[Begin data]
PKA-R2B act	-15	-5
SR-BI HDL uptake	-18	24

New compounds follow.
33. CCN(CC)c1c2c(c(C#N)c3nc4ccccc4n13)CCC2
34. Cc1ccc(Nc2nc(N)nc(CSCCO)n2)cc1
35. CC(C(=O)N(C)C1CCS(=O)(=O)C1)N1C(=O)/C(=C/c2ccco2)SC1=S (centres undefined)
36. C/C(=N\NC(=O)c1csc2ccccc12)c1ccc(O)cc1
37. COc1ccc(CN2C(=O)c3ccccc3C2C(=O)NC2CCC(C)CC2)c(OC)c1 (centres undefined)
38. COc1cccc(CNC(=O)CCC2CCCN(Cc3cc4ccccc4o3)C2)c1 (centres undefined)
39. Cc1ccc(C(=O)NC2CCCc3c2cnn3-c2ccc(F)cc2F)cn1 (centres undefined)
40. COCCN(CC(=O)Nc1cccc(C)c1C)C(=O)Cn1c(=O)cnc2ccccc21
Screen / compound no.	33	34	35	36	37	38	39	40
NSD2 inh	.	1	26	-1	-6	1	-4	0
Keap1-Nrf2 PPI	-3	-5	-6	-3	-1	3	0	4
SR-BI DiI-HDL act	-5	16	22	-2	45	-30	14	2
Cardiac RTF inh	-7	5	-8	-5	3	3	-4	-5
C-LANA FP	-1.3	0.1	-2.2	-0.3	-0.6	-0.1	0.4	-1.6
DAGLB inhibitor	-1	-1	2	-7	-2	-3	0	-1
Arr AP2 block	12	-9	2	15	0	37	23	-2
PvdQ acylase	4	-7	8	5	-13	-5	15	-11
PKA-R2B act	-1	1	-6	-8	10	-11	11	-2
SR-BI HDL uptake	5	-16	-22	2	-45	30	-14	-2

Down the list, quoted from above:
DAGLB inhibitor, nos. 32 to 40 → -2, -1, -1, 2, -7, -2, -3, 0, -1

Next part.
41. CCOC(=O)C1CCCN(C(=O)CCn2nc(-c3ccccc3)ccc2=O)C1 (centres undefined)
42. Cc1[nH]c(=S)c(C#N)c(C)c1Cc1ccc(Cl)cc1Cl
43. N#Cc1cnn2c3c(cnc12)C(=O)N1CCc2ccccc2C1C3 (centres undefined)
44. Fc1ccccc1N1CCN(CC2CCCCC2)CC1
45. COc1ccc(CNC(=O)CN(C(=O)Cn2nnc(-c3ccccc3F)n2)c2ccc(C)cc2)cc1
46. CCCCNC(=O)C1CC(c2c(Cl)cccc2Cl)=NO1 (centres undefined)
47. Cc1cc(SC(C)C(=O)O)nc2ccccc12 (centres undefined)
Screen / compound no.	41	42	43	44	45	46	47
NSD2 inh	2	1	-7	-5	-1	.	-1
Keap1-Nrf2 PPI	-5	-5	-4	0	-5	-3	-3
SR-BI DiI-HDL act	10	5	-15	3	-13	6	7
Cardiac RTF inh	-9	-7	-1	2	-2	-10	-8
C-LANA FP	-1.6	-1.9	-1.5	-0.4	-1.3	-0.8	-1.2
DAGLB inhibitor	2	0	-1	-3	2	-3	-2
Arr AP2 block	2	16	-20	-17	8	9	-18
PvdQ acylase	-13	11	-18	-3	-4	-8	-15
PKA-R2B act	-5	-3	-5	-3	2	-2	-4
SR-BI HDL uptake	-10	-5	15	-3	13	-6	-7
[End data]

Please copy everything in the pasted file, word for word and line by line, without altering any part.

PKA-R2B act	-15	-5
SR-BI HDL uptake	-18	24

New compounds follow.
33. CCN(CC)c1c2c(c(C#N)c3nc4ccccc4n13)CCC2
34. Cc1ccc(Nc2nc(N)nc(CSCCO)n2)cc1
35. CC(C(=O)N(C)C1CCS(=O)(=O)C1)N1C(=O)/C(=C/c2ccco2)SC1=S (centres undefined)
36. C/C(=N\NC(=O)c1csc2ccccc12)c1ccc(O)cc1
37. COc1ccc(CN2C(=O)c3ccccc3C2C(=O)NC2CCC(C)CC2)c(OC)c1 (centres undefined)
38. COc1cccc(CNC(=O)CCC2CCCN(Cc3cc4ccccc4o3)C2)c1 (centres undefined)
39. Cc1ccc(C(=O)NC2CCCc3c2cnn3-c2ccc(F)cc2F)cn1 (centres undefined)
40. COCCN(CC(=O)Nc1cccc(C)c1C)C(=O)Cn1c(=O)cnc2ccccc21
Screen / compound no.	33	34	35	36	37	38	39	40
NSD2 inh	.	1	26	-1	-6	1	-4	0
Keap1-Nrf2 PPI	-3	-5	-6	-3	-1	3	0	4
SR-BI DiI-HDL act	-5	16	22	-2	45	-30	14	2
Cardiac RTF inh	-7	5	-8	-5	3	3	-4	-5
C-LANA FP	-1.3	0.1	-2.2	-0.3	-0.6	-0.1	0.4	-1.6
DAGLB inhibitor	-1	-1	2	-7	-2	-3	0	-1
Arr AP2 block	12	-9	2	15	0	37	23	-2
PvdQ acylase	4	-7	8	5	-13	-5	15	-11
PKA-R2B act	-1	1	-6	-8	10	-11	11	-2
SR-BI HDL uptake	5	-16	-22	2	-45	30	-14	-2

Down the list, quoted from above:
DAGLB inhibitor, nos. 32 to 40 → -2, -1, -1, 2, -7, -2, -3, 0, -1

Next part.
41. CCOC(=O)C1CCCN(C(=O)CCn2nc(-c3ccccc3)ccc2=O)C1 (centres undefined)
42. Cc1[nH]c(=S)c(C#N)c(C)c1Cc1ccc(Cl)cc1Cl
43. N#Cc1cnn2c3c(cnc12)C(=O)N1CCc2ccccc2C1C3 (centres undefined)
44. Fc1ccccc1N1CCN(CC2CCCCC2)CC1
45. COc1ccc(CNC(=O)CN(C(=O)Cn2nnc(-c3ccccc3F)n2)c2ccc(C)cc2)cc1
46. CCCCNC(=O)C1CC(c2c(Cl)cccc2Cl)=NO1 (centres undefined)
47. Cc1cc(SC(C)C(=O)O)nc2ccccc12 (centres undefined)
Screen / compound no.	41	42	43	44	45	46	47
NSD2 inh	2	1	-7	-5	-1	.	-1
Keap1-Nrf2 PPI	-5	-5	-4	0	-5	-3	-3
SR-BI DiI-HDL act	10	5	-15	3	-13	6	7
Cardiac RTF inh	-9	-7	-1	2	-2	-10	-8
C-LANA FP	-1.6	-1.9	-1.5	-0.4	-1.3	-0.8	-1.2
DAGLB inhibitor	2	0	-1	-3	2	-3	-2
Arr AP2 block	2	16	-20	-17	8	9	-18
PvdQ acylase	-13	11	-18	-3	-4	-8	-15
PKA-R2B act	-5	-3	-5	-3	2	-2	-4
SR-BI HDL uptake	-10	-5	15	-3	13	-6	-7